VIEW FROM THE COURTROOM: Militants' appeals reaching PHC as Fata Tribunal non-functional.
With the repeal of Frontier Crimes Regulation (FCR) through the Fata Interim Governance Regulation (FIGR), 2018, the Fata Tribunal has become non-functional. The tribunal was the third and final judicial forum under the repealed law. The aggrieved persons have now started approaching the Peshawar High Court against the judicial orders of the concerned political officers.
This development has also resulted in appeals of suspected militants who were convicted by the political agents (now deputy commissioners) in offences related to waging war against the state. Most of these suspected militants were convicted under section 121 (waging war against Pakistan) and section 121-A (punishment for waging war) of Pakistan Penal Code read with section 11 of the former FCR and were sentenced to different durations of prison terms.
A few days ago a single bench of the high court comprising Justice Syed Afsar Shah suspended one such conviction of an accused Qari Muslim, a resident of Wahid Garhi area in Peshawar. The court released him on bail on condition of furnishing two sureties of Rs100,000 each. His main appeal will be heard later.
The appellant, Qari Muslim, was convicted by an assistant political agent in his capacity as judicial magistrate in Khyber Agency and was sentenced to five years rigorous imprisonment. He had challenged his conviction before the court of FCR commissioner, who maintained his conviction. As the Fata Tribunal is non-functional, therefore, he has now filed appeal before the high court.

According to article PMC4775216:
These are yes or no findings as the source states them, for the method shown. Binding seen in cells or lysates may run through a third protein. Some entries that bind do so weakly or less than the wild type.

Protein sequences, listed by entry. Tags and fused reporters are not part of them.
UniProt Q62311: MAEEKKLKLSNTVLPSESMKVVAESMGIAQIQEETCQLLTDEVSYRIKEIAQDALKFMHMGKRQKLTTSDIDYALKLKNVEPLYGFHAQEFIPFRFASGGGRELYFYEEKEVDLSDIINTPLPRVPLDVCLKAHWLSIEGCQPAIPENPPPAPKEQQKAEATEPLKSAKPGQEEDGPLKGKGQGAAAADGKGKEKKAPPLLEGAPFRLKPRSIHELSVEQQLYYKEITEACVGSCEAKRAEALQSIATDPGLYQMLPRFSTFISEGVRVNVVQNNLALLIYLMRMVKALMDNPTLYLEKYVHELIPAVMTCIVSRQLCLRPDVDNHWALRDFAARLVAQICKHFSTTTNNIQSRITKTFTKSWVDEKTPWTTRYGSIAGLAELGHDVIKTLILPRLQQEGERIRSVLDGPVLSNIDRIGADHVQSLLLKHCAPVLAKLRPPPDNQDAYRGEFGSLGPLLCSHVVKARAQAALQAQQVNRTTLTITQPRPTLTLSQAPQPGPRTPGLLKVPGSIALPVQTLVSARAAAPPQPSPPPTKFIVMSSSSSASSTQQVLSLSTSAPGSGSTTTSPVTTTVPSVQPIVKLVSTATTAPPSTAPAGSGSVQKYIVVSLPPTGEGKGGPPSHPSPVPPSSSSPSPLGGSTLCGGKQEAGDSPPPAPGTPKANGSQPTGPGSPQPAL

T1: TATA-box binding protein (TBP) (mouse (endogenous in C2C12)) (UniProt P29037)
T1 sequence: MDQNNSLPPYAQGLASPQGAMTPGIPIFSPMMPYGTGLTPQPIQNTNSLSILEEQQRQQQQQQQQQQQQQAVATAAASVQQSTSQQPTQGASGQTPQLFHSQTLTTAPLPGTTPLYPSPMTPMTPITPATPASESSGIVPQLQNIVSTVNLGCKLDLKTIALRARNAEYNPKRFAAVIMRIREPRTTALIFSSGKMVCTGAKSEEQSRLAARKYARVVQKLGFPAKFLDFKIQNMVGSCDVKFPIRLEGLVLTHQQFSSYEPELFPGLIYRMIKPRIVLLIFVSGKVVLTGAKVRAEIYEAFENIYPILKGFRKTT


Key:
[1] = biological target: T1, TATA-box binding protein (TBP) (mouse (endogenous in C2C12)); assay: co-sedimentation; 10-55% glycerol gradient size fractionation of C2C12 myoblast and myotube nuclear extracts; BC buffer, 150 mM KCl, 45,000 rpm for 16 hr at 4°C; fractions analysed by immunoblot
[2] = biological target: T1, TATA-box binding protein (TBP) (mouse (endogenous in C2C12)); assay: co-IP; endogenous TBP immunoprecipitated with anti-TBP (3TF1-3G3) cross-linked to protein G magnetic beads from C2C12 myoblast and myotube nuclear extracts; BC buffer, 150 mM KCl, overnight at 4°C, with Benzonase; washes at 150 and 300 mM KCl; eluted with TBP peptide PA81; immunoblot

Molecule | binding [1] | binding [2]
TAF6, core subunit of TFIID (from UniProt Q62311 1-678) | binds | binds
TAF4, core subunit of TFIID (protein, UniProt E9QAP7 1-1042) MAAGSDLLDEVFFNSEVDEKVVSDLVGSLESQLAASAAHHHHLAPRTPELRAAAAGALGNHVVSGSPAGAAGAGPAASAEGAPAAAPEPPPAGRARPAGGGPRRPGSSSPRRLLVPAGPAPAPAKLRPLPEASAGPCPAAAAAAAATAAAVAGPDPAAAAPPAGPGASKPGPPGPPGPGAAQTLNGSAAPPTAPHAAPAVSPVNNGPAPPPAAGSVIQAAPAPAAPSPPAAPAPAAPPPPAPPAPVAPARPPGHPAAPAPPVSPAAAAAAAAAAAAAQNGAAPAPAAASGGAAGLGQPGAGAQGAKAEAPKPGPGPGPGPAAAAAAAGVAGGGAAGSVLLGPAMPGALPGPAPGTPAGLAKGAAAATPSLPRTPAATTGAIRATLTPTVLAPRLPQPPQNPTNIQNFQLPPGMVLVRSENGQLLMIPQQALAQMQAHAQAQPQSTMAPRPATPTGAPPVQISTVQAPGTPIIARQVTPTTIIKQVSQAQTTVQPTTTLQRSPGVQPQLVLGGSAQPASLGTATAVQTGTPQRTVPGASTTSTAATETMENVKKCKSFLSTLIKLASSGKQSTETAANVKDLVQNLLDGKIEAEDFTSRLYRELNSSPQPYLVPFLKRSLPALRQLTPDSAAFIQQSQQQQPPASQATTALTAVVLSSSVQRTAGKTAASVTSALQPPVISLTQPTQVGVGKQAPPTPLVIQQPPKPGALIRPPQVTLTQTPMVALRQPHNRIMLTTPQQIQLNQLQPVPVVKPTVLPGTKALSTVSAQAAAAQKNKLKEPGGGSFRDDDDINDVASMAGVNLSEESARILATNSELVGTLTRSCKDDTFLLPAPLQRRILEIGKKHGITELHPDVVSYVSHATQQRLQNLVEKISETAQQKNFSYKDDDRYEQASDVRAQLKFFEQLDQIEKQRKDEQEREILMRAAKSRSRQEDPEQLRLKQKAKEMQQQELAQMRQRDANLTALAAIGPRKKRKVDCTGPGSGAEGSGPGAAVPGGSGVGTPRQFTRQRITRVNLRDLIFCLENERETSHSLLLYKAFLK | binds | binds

Previously, under the FCR a convict had to file appeal against his conviction before the FCR commissioner, which was the second judicial forum, and against an order of the commissioner he had to file a revision petition before the three-member Fata Tribunal.
Before the passage of the Constitution (Twenty-fifth Amendment) Act, 2018, through which tribal areas were merged in Khyber Pakhtunkhwa, the President of Pakistan had promulgated the FIGR on May 29. Through that law the FCR was repealed and there is no mention of the Fata Tribunal in it.
Section 31 of FIGR provides that appeal against judgments of the deputy commissioner (former political agent) and the court shall be filed with the commissioner or additional commissioner authorised by the governor. Furthermore, under section 36 an appeal against order of the appellate authority shall be filed with the high court.
One common aspect of the cases of these suspected militants is that they had remained in custody of the security forces for many years and were subsequently handed over to the tribal administration of that particular tribal agency (now district). While handing them over to the administration the security forces had also given their findings about the suspects and in most of the cases they had also recommended that the suspects should be convicted as they had remained part of a militant outfit.
In past, such cases were least heard of as the entire judicial forums were functioning under the FCR and the jurisdiction of the high court was not applicable under Article 247 (now repealed) of the Constitution.